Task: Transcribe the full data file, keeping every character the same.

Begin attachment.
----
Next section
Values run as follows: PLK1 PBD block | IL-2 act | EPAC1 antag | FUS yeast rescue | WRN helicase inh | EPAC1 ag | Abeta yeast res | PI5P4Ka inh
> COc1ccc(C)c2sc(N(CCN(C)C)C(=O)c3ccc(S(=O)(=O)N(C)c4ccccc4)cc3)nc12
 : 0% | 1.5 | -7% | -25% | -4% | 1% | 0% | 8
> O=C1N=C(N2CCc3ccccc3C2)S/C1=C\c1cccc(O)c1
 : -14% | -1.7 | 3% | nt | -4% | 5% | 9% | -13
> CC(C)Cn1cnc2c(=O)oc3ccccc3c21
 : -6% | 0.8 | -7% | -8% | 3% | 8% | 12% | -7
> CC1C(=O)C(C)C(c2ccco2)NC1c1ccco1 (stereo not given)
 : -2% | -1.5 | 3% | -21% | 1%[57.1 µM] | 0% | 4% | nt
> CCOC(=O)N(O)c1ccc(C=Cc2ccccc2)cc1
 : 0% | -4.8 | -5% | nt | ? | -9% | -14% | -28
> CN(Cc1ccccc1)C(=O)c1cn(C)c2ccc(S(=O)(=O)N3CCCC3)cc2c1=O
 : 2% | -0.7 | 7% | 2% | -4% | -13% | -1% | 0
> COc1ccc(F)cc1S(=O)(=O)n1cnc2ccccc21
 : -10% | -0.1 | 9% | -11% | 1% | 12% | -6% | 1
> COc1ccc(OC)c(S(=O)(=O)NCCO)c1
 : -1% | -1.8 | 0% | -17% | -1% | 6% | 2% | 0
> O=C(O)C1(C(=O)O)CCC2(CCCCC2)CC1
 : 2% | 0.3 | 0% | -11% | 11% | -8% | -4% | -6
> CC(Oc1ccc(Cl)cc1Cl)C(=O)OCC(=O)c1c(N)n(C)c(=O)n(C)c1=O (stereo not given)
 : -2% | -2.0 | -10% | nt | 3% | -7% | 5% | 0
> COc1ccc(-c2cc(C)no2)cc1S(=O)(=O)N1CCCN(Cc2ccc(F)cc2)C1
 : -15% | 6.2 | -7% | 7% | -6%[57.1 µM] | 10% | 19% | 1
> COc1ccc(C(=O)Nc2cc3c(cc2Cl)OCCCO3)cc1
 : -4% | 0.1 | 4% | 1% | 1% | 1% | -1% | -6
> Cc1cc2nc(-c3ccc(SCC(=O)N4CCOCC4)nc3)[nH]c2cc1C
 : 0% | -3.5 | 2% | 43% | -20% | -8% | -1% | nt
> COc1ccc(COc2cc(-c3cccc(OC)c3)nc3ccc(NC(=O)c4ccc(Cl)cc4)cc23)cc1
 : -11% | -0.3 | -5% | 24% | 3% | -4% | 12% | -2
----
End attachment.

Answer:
Next section
Values run as follows: PLK1 PBD block | IL-2 act | EPAC1 antag | FUS yeast rescue | WRN helicase inh | EPAC1 ag | Abeta yeast res | PI5P4Ka inh
> COc1ccc(C)c2sc(N(CCN(C)C)C(=O)c3ccc(S(=O)(=O)N(C)c4ccccc4)cc3)nc12
 : 0% | 1.5 | -7% | -25% | -4% | 1% | 0% | 8
> O=C1N=C(N2CCc3ccccc3C2)S/C1=C\c1cccc(O)c1
 : -14% | -1.7 | 3% | nt | -4% | 5% | 9% | -13
> CC(C)Cn1cnc2c(=O)oc3ccccc3c21
 : -6% | 0.8 | -7% | -8% | 3% | 8% | 12% | -7
> CC1C(=O)C(C)C(c2ccco2)NC1c1ccco1 (stereo not given)
 : -2% | -1.5 | 3% | -21% | 1%[57.1 µM] | 0% | 4% | nt
> CCOC(=O)N(O)c1ccc(C=Cc2ccccc2)cc1
 : 0% | -4.8 | -5% | nt | ? | -9% | -14% | -28
> CN(Cc1ccccc1)C(=O)c1cn(C)c2ccc(S(=O)(=O)N3CCCC3)cc2c1=O
 : 2% | -0.7 | 7% | 2% | -4% | -13% | -1% | 0
> COc1ccc(F)cc1S(=O)(=O)n1cnc2ccccc21
 : -10% | -0.1 | 9% | -11% | 1% | 12% | -6% | 1
> COc1ccc(OC)c(S(=O)(=O)NCCO)c1
 : -1% | -1.8 | 0% | -17% | -1% | 6% | 2% | 0
> O=C(O)C1(C(=O)O)CCC2(CCCCC2)CC1
 : 2% | 0.3 | 0% | -11% | 11% | -8% | -4% | -6
> CC(Oc1ccc(Cl)cc1Cl)C(=O)OCC(=O)c1c(N)n(C)c(=O)n(C)c1=O (stereo not given)
 : -2% | -2.0 | -10% | nt | 3% | -7% | 5% | 0
> COc1ccc(-c2cc(C)no2)cc1S(=O)(=O)N1CCCN(Cc2ccc(F)cc2)C1
 : -15% | 6.2 | -7% | 7% | -6%[57.1 µM] | 10% | 19% | 1
> COc1ccc(C(=O)Nc2cc3c(cc2Cl)OCCCO3)cc1
 : -4% | 0.1 | 4% | 1% | 1% | 1% | -1% | -6
> Cc1cc2nc(-c3ccc(SCC(=O)N4CCOCC4)nc3)[nH]c2cc1C
 : 0% | -3.5 | 2% | 43% | -20% | -8% | -1% | nt
> COc1ccc(COc2cc(-c3cccc(OC)c3)nc3ccc(NC(=O)c4ccc(Cl)cc4)cc23)cc1
 : -11% | -0.3 | -5% | 24% | 3% | -4% | 12% | -2